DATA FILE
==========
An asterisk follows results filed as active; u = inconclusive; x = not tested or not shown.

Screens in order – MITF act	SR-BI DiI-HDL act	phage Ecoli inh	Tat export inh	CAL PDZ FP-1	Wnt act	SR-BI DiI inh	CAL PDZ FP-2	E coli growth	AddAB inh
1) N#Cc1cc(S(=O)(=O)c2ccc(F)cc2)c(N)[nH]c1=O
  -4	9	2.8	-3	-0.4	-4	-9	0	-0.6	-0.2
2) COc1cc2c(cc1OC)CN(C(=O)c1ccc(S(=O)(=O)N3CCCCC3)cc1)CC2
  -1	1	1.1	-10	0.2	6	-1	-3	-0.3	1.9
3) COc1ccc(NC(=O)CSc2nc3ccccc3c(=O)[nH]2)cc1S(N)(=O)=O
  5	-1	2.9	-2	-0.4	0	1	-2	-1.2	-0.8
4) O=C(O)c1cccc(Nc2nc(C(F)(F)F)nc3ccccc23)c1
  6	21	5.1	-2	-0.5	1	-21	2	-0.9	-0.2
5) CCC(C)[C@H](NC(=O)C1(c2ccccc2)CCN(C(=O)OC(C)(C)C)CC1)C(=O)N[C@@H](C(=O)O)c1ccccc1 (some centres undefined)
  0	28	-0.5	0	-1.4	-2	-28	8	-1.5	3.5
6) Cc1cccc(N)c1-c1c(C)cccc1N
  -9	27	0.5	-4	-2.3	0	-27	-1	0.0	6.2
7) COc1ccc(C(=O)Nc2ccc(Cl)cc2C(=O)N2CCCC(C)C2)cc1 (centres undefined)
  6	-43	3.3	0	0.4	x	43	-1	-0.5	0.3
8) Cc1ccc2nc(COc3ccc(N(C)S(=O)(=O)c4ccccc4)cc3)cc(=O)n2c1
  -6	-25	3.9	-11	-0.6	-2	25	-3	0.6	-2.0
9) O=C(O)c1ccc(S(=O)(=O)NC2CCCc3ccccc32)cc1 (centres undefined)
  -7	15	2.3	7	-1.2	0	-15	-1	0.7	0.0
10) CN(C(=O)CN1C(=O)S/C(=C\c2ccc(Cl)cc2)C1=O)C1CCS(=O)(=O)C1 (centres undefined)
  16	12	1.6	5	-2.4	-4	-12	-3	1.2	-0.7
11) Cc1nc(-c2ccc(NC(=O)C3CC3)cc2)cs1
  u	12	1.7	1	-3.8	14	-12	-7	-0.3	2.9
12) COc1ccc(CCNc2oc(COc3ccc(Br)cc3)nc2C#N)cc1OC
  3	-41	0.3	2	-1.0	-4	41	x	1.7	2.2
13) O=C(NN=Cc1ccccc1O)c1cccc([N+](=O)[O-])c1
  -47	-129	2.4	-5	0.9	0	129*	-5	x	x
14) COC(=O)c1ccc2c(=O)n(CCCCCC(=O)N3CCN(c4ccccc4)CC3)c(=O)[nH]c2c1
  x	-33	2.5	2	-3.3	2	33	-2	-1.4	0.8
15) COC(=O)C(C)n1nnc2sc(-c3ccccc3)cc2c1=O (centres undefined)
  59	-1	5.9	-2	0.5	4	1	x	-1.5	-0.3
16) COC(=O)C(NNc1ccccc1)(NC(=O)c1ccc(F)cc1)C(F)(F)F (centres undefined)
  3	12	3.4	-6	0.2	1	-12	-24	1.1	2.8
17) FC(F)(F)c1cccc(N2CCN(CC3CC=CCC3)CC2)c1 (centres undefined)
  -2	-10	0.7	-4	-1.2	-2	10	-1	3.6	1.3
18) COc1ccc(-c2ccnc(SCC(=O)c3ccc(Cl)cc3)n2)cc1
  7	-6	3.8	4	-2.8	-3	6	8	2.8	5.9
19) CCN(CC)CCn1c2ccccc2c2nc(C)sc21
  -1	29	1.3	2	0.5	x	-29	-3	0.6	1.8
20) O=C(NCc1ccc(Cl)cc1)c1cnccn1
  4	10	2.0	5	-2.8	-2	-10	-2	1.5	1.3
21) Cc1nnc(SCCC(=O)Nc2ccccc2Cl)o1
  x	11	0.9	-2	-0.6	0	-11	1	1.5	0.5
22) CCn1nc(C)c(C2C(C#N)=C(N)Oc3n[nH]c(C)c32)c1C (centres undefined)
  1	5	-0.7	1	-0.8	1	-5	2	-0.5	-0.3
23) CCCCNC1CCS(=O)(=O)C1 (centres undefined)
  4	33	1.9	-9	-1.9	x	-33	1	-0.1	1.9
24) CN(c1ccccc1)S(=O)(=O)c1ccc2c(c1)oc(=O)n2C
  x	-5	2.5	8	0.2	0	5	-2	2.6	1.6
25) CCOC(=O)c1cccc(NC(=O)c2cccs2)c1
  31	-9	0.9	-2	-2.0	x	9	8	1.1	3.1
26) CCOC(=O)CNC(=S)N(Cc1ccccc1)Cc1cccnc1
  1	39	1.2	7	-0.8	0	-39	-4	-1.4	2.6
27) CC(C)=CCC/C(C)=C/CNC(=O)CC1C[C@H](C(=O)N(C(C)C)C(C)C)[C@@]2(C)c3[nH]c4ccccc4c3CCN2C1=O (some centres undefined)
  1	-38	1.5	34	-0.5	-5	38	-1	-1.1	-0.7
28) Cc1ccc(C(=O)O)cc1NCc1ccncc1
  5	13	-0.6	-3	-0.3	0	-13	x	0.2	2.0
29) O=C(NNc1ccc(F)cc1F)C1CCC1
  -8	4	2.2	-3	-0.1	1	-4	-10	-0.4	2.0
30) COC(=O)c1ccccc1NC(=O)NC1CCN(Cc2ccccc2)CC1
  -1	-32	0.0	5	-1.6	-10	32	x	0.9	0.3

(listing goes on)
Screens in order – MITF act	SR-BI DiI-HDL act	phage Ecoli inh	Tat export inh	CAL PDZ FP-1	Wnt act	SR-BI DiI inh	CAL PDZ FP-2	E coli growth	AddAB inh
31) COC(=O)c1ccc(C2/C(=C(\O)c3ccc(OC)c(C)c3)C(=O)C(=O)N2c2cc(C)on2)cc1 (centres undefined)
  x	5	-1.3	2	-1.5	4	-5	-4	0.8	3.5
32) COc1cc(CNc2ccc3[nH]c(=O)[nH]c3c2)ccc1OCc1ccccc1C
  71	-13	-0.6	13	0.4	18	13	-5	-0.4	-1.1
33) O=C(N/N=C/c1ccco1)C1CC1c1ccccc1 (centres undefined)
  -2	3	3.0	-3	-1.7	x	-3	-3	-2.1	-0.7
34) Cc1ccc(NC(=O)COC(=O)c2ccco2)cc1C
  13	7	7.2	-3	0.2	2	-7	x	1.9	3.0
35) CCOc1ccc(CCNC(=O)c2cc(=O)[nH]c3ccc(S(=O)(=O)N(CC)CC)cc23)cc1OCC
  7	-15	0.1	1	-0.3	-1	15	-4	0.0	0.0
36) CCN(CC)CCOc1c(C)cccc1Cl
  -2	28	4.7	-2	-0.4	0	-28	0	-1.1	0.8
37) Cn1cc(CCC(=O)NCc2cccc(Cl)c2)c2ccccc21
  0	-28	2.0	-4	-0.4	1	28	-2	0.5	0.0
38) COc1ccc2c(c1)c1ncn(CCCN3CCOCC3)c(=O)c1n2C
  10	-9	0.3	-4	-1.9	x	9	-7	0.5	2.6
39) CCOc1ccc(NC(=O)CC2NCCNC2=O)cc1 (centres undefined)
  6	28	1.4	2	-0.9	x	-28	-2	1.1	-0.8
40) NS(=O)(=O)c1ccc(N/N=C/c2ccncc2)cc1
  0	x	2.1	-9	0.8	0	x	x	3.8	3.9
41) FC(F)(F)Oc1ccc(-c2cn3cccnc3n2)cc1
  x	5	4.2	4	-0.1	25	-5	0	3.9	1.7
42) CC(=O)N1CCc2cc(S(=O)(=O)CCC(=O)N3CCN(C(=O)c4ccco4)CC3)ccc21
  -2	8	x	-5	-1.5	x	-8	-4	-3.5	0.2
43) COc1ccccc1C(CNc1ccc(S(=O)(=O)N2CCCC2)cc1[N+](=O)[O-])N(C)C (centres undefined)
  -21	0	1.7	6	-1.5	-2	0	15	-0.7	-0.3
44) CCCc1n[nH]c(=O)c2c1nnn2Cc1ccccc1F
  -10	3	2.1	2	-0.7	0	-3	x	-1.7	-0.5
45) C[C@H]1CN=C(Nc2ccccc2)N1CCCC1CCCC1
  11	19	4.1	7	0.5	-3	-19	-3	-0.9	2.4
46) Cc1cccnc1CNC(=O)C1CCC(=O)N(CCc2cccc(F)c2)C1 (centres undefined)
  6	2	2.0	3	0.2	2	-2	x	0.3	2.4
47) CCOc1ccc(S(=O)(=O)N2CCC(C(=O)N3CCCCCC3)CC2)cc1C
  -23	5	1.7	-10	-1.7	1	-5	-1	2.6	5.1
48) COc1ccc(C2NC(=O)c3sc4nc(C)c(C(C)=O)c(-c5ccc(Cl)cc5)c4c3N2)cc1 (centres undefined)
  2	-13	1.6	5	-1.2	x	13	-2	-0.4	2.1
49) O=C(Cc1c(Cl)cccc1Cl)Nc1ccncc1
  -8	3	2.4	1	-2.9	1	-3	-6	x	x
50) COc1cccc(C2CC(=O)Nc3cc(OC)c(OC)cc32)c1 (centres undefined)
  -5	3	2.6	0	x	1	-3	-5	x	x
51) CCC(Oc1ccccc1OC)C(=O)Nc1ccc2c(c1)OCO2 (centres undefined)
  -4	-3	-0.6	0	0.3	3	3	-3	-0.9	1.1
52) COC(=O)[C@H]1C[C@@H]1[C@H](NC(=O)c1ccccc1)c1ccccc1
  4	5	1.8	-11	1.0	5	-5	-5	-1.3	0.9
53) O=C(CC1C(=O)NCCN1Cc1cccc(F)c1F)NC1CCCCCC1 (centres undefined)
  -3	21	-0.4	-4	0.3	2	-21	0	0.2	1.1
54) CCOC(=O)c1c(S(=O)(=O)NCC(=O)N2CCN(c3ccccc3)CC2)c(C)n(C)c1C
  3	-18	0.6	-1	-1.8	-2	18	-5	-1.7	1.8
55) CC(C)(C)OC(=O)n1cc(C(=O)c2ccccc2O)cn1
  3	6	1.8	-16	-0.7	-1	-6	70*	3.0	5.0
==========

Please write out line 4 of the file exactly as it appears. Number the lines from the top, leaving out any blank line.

  -4	9	2.8	-3	-0.4	-4	-9	0	-0.6	-0.2